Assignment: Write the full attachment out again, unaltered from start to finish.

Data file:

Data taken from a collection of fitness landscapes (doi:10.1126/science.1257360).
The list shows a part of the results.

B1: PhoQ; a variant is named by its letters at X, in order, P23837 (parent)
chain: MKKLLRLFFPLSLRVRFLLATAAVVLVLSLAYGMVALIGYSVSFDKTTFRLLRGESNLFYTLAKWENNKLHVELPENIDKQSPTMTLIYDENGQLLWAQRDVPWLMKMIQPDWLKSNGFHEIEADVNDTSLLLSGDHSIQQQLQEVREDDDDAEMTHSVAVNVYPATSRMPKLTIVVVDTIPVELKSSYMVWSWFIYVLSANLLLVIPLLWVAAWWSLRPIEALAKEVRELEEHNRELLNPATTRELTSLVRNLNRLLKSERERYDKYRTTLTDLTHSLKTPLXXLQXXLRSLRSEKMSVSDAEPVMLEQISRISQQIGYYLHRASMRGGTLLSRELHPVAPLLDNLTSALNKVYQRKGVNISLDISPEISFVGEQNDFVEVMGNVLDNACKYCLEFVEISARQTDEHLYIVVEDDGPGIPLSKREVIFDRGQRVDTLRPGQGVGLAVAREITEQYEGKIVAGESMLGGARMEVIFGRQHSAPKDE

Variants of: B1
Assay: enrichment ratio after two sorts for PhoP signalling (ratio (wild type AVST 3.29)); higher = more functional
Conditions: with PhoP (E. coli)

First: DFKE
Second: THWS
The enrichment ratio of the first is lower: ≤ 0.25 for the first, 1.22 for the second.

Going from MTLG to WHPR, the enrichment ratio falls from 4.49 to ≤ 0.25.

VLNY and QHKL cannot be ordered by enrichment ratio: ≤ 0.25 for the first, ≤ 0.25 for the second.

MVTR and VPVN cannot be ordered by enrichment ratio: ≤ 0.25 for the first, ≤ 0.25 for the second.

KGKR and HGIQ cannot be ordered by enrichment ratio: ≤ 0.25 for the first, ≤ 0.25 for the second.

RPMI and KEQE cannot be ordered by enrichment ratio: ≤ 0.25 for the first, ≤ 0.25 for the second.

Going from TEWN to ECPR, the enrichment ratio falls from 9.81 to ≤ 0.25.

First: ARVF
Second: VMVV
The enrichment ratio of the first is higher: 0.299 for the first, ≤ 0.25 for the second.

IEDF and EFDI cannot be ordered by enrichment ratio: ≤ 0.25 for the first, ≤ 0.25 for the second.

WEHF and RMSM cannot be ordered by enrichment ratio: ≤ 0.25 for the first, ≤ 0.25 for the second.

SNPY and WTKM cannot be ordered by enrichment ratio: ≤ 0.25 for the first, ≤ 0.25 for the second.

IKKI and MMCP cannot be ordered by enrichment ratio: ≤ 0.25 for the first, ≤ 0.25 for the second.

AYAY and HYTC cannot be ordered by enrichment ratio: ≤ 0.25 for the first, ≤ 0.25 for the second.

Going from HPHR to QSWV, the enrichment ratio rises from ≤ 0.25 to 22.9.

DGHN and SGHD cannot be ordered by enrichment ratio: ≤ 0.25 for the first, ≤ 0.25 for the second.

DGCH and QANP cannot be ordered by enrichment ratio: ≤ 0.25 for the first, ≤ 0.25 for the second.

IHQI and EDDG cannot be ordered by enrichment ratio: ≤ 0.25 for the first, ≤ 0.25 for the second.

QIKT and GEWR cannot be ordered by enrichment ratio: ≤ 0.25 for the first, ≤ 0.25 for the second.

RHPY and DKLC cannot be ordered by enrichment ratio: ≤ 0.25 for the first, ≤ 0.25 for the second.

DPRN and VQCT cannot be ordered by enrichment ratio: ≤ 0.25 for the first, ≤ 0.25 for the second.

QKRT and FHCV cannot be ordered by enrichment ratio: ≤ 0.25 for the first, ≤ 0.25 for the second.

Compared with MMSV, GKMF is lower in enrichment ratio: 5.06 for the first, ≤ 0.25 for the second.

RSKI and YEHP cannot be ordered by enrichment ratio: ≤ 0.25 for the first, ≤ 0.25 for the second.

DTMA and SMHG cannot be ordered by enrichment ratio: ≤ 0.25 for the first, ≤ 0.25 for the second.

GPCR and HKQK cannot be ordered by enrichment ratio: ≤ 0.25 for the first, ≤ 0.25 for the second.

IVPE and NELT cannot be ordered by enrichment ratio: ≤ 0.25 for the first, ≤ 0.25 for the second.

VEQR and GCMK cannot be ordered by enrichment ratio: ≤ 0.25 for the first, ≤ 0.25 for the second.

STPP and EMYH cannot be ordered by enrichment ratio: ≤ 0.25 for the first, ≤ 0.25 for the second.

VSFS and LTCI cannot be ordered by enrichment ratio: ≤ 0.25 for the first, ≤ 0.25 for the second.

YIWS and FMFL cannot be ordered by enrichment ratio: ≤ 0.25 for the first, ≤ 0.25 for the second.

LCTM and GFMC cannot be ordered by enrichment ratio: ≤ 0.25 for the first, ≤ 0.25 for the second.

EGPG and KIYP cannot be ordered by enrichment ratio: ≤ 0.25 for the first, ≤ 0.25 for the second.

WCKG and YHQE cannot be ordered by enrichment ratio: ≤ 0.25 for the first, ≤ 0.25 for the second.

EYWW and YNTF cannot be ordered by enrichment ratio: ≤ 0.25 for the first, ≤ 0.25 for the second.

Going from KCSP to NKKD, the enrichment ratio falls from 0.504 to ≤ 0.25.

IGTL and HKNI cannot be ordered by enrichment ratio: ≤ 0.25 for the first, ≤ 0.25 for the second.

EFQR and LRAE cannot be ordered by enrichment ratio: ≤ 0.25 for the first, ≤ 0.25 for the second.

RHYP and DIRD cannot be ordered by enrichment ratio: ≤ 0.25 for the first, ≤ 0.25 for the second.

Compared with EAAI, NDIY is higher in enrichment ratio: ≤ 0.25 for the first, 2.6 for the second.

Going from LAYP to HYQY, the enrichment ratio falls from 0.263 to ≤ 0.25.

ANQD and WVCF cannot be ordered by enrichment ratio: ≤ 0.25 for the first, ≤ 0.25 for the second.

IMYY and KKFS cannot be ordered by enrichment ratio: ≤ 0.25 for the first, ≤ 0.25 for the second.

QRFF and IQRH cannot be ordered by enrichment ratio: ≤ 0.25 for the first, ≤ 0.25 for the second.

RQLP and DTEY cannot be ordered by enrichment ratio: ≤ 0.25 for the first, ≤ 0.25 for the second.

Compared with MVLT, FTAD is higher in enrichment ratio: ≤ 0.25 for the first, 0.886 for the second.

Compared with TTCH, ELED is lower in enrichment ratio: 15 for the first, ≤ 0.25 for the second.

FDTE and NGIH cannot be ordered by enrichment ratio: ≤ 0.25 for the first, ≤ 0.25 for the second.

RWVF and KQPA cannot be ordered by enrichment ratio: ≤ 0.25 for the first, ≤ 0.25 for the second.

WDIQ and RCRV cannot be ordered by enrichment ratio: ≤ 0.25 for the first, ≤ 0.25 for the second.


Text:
Data taken from a collection of fitness landscapes (doi:10.1126/science.1257360).
The list shows a part of the results.

B1: PhoQ; a variant is named by its letters at X, in order, P23837 (parent)
chain: MKKLLRLFFPLSLRVRFLLATAAVVLVLSLAYGMVALIGYSVSFDKTTFRLLRGESNLFYTLAKWENNKLHVELPENIDKQSPTMTLIYDENGQLLWAQRDVPWLMKMIQPDWLKSNGFHEIEADVNDTSLLLSGDHSIQQQLQEVREDDDDAEMTHSVAVNVYPATSRMPKLTIVVVDTIPVELKSSYMVWSWFIYVLSANLLLVIPLLWVAAWWSLRPIEALAKEVRELEEHNRELLNPATTRELTSLVRNLNRLLKSERERYDKYRTTLTDLTHSLKTPLXXLQXXLRSLRSEKMSVSDAEPVMLEQISRISQQIGYYLHRASMRGGTLLSRELHPVAPLLDNLTSALNKVYQRKGVNISLDISPEISFVGEQNDFVEVMGNVLDNACKYCLEFVEISARQTDEHLYIVVEDDGPGIPLSKREVIFDRGQRVDTLRPGQGVGLAVAREITEQYEGKIVAGESMLGGARMEVIFGRQHSAPKDE

Variants of: B1
Assay: enrichment ratio after two sorts for PhoP signalling (ratio (wild type AVST 3.29)); higher = more functional
Conditions: with PhoP (E. coli)

First: DFKE
Second: THWS
The enrichment ratio of the first is lower: ≤ 0.25 for the first, 1.22 for the second.

Going from MTLG to WHPR, the enrichment ratio falls from 4.49 to ≤ 0.25.

VLNY and QHKL cannot be ordered by enrichment ratio: ≤ 0.25 for the first, ≤ 0.25 for the second.

MVTR and VPVN cannot be ordered by enrichment ratio: ≤ 0.25 for the first, ≤ 0.25 for the second.

KGKR and HGIQ cannot be ordered by enrichment ratio: ≤ 0.25 for the first, ≤ 0.25 for the second.

RPMI and KEQE cannot be ordered by enrichment ratio: ≤ 0.25 for the first, ≤ 0.25 for the second.

Going from TEWN to ECPR, the enrichment ratio falls from 9.81 to ≤ 0.25.

First: ARVF
Second: VMVV
The enrichment ratio of the first is higher: 0.299 for the first, ≤ 0.25 for the second.

IEDF and EFDI cannot be ordered by enrichment ratio: ≤ 0.25 for the first, ≤ 0.25 for the second.

WEHF and RMSM cannot be ordered by enrichment ratio: ≤ 0.25 for the first, ≤ 0.25 for the second.

SNPY and WTKM cannot be ordered by enrichment ratio: ≤ 0.25 for the first, ≤ 0.25 for the second.

IKKI and MMCP cannot be ordered by enrichment ratio: ≤ 0.25 for the first, ≤ 0.25 for the second.

AYAY and HYTC cannot be ordered by enrichment ratio: ≤ 0.25 for the first, ≤ 0.25 for the second.

Going from HPHR to QSWV, the enrichment ratio rises from ≤ 0.25 to 22.9.

DGHN and SGHD cannot be ordered by enrichment ratio: ≤ 0.25 for the first, ≤ 0.25 for the second.

DGCH and QANP cannot be ordered by enrichment ratio: ≤ 0.25 for the first, ≤ 0.25 for the second.

IHQI and EDDG cannot be ordered by enrichment ratio: ≤ 0.25 for the first, ≤ 0.25 for the second.

QIKT and GEWR cannot be ordered by enrichment ratio: ≤ 0.25 for the first, ≤ 0.25 for the second.

RHPY and DKLC cannot be ordered by enrichment ratio: ≤ 0.25 for the first, ≤ 0.25 for the second.

DPRN and VQCT cannot be ordered by enrichment ratio: ≤ 0.25 for the first, ≤ 0.25 for the second.

QKRT and FHCV cannot be ordered by enrichment ratio: ≤ 0.25 for the first, ≤ 0.25 for the second.

Compared with MMSV, GKMF is lower in enrichment ratio: 5.06 for the first, ≤ 0.25 for the second.

RSKI and YEHP cannot be ordered by enrichment ratio: ≤ 0.25 for the first, ≤ 0.25 for the second.

DTMA and SMHG cannot be ordered by enrichment ratio: ≤ 0.25 for the first, ≤ 0.25 for the second.

GPCR and HKQK cannot be ordered by enrichment ratio: ≤ 0.25 for the first, ≤ 0.25 for the second.

IVPE and NELT cannot be ordered by enrichment ratio: ≤ 0.25 for the first, ≤ 0.25 for the second.

VEQR and GCMK cannot be ordered by enrichment ratio: ≤ 0.25 for the first, ≤ 0.25 for the second.

STPP and EMYH cannot be ordered by enrichment ratio: ≤ 0.25 for the first, ≤ 0.25 for the second.

VSFS and LTCI cannot be ordered by enrichment ratio: ≤ 0.25 for the first, ≤ 0.25 for the second.

YIWS and FMFL cannot be ordered by enrichment ratio: ≤ 0.25 for the first, ≤ 0.25 for the second.

LCTM and GFMC cannot be ordered by enrichment ratio: ≤ 0.25 for the first, ≤ 0.25 for the second.

EGPG and KIYP cannot be ordered by enrichment ratio: ≤ 0.25 for the first, ≤ 0.25 for the second.

WCKG and YHQE cannot be ordered by enrichment ratio: ≤ 0.25 for the first, ≤ 0.25 for the second.

EYWW and YNTF cannot be ordered by enrichment ratio: ≤ 0.25 for the first, ≤ 0.25 for the second.

Going from KCSP to NKKD, the enrichment ratio falls from 0.504 to ≤ 0.25.

IGTL and HKNI cannot be ordered by enrichment ratio: ≤ 0.25 for the first, ≤ 0.25 for the second.

EFQR and LRAE cannot be ordered by enrichment ratio: ≤ 0.25 for the first, ≤ 0.25 for the second.

RHYP and DIRD cannot be ordered by enrichment ratio: ≤ 0.25 for the first, ≤ 0.25 for the second.

Compared with EAAI, NDIY is higher in enrichment ratio: ≤ 0.25 for the first, 2.6 for the second.

Going from LAYP to HYQY, the enrichment ratio falls from 0.263 to ≤ 0.25.

ANQD and WVCF cannot be ordered by enrichment ratio: ≤ 0.25 for the first, ≤ 0.25 for the second.

IMYY and KKFS cannot be ordered by enrichment ratio: ≤ 0.25 for the first, ≤ 0.25 for the second.

QRFF and IQRH cannot be ordered by enrichment ratio: ≤ 0.25 for the first, ≤ 0.25 for the second.

RQLP and DTEY cannot be ordered by enrichment ratio: ≤ 0.25 for the first, ≤ 0.25 for the second.

Compared with MVLT, FTAD is higher in enrichment ratio: ≤ 0.25 for the first, 0.886 for the second.

Compared with TTCH, ELED is lower in enrichment ratio: 15 for the first, ≤ 0.25 for the second.

FDTE and NGIH cannot be ordered by enrichment ratio: ≤ 0.25 for the first, ≤ 0.25 for the second.

RWVF and KQPA cannot be ordered by enrichment ratio: ≤ 0.25 for the first, ≤ 0.25 for the second.

WDIQ and RCRV cannot be ordered by enrichment ratio: ≤ 0.25 for the first, ≤ 0.25 for the second.